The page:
Bloor Cinema Release: Fractured Land
By John Corrado
★★★½ (out of 4)
After premiering at Hot Docs, and becoming a top ten finalist for the Audience Award, Fractured Land is starting a limited run at the Bloor Hot Docs Cinema this weekend, tickets and showtimes can be found right here.
“Anyone who can throw a hatchet and sue you is a force to be reckoned with,” author Bill McKibbon says of young indigenous hunter and environmental activist Caleb Behn in Fractured Land, and the documentary makes it clear that this is absolutely true.
Swayed by the fact that some of the world’s largest fracking operations reside on Native land in British Columbia, Caleb is studying to be a lawyer, and his goal is to legally challenge the sleazy oil companies and Canadian government, who continue to cheat the mostly poor communities out of their land in order to ravage our natural gas resources.
Although the fracking process is directly causing earthquakes and leaving behind toxic chemicals that are polluting their water supply, leading to birth defects and higher rates of cancer, corporate greed is a bigger motivator for the politicians actually making these decisions. Caleb Behin is indeed a force to be reckoned with for vocally standing up to these corporations, but what also makes him such a compelling subject are his emotional struggles between modern ideas and the laws of the natural world, with his father being a environmental activist and his mother working for the same oil industry he protests.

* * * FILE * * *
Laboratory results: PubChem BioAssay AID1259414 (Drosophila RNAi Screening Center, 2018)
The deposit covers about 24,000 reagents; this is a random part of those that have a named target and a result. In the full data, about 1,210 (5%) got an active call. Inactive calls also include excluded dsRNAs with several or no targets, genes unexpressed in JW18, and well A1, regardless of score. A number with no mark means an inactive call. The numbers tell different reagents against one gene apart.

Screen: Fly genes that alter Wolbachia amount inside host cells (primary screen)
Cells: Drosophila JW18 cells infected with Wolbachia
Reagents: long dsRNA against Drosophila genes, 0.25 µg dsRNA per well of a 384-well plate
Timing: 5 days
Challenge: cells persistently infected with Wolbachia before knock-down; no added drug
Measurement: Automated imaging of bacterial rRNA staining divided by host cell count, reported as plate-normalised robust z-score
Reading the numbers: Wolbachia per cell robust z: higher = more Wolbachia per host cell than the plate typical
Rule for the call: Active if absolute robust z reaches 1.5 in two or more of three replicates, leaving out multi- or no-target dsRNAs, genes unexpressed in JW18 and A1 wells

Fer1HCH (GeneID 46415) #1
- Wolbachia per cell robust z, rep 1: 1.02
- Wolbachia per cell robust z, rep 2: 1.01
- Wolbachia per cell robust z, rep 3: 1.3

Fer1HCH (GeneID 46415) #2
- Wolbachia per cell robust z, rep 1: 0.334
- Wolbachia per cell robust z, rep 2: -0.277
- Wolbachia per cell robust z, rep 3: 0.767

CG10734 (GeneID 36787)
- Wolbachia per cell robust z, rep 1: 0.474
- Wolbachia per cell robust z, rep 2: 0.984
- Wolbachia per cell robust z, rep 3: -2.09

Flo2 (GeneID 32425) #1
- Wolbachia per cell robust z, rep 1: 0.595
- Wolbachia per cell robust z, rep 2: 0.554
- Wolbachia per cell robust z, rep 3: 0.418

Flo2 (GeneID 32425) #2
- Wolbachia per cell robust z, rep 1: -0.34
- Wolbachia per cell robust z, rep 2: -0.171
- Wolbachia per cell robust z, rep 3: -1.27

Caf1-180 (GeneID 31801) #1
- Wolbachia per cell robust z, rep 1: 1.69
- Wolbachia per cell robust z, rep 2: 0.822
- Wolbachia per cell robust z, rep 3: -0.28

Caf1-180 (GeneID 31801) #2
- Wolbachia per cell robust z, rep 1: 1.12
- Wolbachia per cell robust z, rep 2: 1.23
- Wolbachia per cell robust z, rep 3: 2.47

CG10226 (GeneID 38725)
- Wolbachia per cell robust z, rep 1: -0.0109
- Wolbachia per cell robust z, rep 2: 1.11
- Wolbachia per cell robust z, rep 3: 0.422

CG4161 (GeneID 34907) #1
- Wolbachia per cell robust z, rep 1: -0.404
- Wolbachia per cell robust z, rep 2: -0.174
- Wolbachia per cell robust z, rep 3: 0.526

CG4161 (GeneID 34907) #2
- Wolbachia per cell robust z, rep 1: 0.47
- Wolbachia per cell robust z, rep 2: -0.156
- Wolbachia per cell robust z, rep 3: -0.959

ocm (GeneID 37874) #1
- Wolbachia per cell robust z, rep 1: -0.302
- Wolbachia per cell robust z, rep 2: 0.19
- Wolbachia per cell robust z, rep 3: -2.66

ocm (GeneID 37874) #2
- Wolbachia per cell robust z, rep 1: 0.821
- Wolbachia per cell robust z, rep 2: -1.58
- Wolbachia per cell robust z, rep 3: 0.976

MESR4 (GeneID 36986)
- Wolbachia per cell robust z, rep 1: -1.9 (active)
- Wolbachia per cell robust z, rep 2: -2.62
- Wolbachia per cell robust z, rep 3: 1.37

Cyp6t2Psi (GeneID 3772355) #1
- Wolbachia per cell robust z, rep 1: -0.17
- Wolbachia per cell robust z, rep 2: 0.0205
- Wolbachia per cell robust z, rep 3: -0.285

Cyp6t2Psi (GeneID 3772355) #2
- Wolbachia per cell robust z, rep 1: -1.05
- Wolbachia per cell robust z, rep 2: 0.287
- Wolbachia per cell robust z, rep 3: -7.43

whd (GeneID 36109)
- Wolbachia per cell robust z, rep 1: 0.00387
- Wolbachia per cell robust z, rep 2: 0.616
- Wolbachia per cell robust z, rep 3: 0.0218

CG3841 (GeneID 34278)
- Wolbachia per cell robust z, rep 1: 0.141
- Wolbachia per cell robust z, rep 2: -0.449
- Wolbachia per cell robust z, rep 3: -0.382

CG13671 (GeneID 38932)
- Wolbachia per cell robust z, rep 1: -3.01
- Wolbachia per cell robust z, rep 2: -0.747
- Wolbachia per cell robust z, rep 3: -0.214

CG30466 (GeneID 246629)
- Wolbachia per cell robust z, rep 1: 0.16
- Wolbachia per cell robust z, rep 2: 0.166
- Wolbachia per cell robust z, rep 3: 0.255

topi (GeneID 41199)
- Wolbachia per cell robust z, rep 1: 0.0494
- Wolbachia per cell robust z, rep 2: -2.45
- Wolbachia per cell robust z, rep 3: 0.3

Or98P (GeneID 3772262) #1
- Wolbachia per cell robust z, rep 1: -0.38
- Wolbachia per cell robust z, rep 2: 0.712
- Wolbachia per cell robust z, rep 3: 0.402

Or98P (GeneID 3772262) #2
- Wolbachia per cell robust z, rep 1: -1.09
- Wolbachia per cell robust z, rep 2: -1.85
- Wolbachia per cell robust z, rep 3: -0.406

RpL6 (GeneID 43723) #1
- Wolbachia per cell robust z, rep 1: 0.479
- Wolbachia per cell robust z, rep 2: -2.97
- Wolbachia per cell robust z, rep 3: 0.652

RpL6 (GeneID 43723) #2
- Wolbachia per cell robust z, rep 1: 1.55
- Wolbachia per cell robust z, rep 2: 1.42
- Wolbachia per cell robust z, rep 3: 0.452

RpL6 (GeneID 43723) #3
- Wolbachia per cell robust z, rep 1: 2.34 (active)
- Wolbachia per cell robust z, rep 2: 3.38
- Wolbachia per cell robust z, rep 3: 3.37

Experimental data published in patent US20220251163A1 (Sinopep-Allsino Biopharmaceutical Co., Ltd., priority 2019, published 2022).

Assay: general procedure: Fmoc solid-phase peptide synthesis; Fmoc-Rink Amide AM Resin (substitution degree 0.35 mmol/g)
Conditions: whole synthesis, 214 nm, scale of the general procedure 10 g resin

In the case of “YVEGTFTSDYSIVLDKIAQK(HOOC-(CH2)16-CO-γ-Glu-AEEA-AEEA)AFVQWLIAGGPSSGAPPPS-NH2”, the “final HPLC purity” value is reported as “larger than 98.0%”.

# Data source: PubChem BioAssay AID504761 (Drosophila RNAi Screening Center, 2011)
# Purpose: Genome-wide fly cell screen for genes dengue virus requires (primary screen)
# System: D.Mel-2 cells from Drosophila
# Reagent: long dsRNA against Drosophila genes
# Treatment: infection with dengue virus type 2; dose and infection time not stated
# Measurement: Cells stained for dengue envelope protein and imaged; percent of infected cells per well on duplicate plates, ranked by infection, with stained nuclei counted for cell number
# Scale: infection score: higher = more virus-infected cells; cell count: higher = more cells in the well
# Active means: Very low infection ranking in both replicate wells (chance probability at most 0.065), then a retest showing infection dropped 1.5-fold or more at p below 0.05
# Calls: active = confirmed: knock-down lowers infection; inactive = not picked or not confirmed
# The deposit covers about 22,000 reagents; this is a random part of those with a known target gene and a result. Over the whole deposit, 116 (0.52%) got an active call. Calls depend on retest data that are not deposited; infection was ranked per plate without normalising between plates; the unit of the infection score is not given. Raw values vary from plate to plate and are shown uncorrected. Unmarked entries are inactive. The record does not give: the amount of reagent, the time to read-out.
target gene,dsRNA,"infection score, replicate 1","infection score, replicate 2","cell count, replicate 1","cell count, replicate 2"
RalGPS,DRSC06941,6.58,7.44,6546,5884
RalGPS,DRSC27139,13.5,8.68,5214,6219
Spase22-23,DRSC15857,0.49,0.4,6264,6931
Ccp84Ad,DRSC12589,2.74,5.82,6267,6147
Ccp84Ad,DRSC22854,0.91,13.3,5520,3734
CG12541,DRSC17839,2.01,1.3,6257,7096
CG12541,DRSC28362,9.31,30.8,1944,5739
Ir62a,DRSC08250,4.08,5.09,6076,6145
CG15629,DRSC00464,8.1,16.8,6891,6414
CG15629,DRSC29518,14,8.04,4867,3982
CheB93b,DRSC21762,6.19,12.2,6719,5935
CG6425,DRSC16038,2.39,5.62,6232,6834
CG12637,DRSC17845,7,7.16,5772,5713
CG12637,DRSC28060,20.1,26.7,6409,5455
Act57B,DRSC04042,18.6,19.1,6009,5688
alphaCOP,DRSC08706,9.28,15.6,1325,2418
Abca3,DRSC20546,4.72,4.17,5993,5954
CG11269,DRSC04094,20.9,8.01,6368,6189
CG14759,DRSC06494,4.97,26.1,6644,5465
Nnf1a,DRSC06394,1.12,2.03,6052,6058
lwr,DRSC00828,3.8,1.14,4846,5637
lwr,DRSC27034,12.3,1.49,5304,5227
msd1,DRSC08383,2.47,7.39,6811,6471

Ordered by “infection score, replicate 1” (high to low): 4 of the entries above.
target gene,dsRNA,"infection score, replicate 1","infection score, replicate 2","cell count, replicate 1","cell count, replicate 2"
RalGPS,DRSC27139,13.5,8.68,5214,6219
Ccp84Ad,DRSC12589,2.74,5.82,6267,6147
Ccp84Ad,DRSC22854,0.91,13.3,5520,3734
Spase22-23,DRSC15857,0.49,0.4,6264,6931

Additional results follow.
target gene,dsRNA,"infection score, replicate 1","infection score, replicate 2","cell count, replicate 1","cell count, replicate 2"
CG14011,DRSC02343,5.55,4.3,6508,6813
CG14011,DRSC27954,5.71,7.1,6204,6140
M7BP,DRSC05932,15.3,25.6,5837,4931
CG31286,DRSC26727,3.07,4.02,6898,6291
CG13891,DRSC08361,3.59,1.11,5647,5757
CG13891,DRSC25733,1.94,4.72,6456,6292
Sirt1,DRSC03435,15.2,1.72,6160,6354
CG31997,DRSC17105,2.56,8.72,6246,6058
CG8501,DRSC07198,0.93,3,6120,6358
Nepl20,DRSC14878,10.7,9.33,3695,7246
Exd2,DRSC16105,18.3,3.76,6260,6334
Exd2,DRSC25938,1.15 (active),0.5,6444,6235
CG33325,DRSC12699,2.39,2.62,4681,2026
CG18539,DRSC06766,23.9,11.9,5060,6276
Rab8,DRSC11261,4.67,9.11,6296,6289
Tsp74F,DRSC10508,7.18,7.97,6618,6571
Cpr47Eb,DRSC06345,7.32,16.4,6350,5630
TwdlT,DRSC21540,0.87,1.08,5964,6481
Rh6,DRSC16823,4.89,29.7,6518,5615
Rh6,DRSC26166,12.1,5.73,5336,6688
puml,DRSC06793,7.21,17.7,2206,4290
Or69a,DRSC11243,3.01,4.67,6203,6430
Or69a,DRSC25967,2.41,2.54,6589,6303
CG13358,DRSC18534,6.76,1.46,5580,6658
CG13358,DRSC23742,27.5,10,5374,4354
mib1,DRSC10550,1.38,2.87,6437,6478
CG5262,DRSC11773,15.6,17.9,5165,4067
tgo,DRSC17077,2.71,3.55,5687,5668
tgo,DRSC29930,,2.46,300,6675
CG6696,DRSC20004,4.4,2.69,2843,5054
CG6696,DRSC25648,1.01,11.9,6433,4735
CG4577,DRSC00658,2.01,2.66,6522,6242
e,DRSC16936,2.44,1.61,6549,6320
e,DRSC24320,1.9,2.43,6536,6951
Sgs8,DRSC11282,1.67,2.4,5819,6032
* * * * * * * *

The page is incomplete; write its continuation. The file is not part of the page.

Powerfully capturing the internal conflicts that reside within all of us, Fractured Land offers an articulate and impressively nuanced look at the absolutely devastating environmental effects of fracking and pipelines, as well as the job opportunities that compel so many in the communities to support oil and natural gas industries. This is an empowering call to action, that ignites a vitally important conversation about some of the most pressing issues of our time, and should be required viewing because of it.
It should be noted that this documentary takes place during the Harper era, but with fracking still going on in this country and the National Energy Board trying to push through the Kinder Morgan pipeline despite heavy protest from the indigenous communities it will directly affect, I find it hard to believe Justin “Prime Minister Selfie” Trudeau will be much better for the environment. And this is exactly why we need powerful activists like Caleb Behn and films like Fractured Land to help drive home the message that in order to protect the environment, we need to keep fossil fuels in the ground.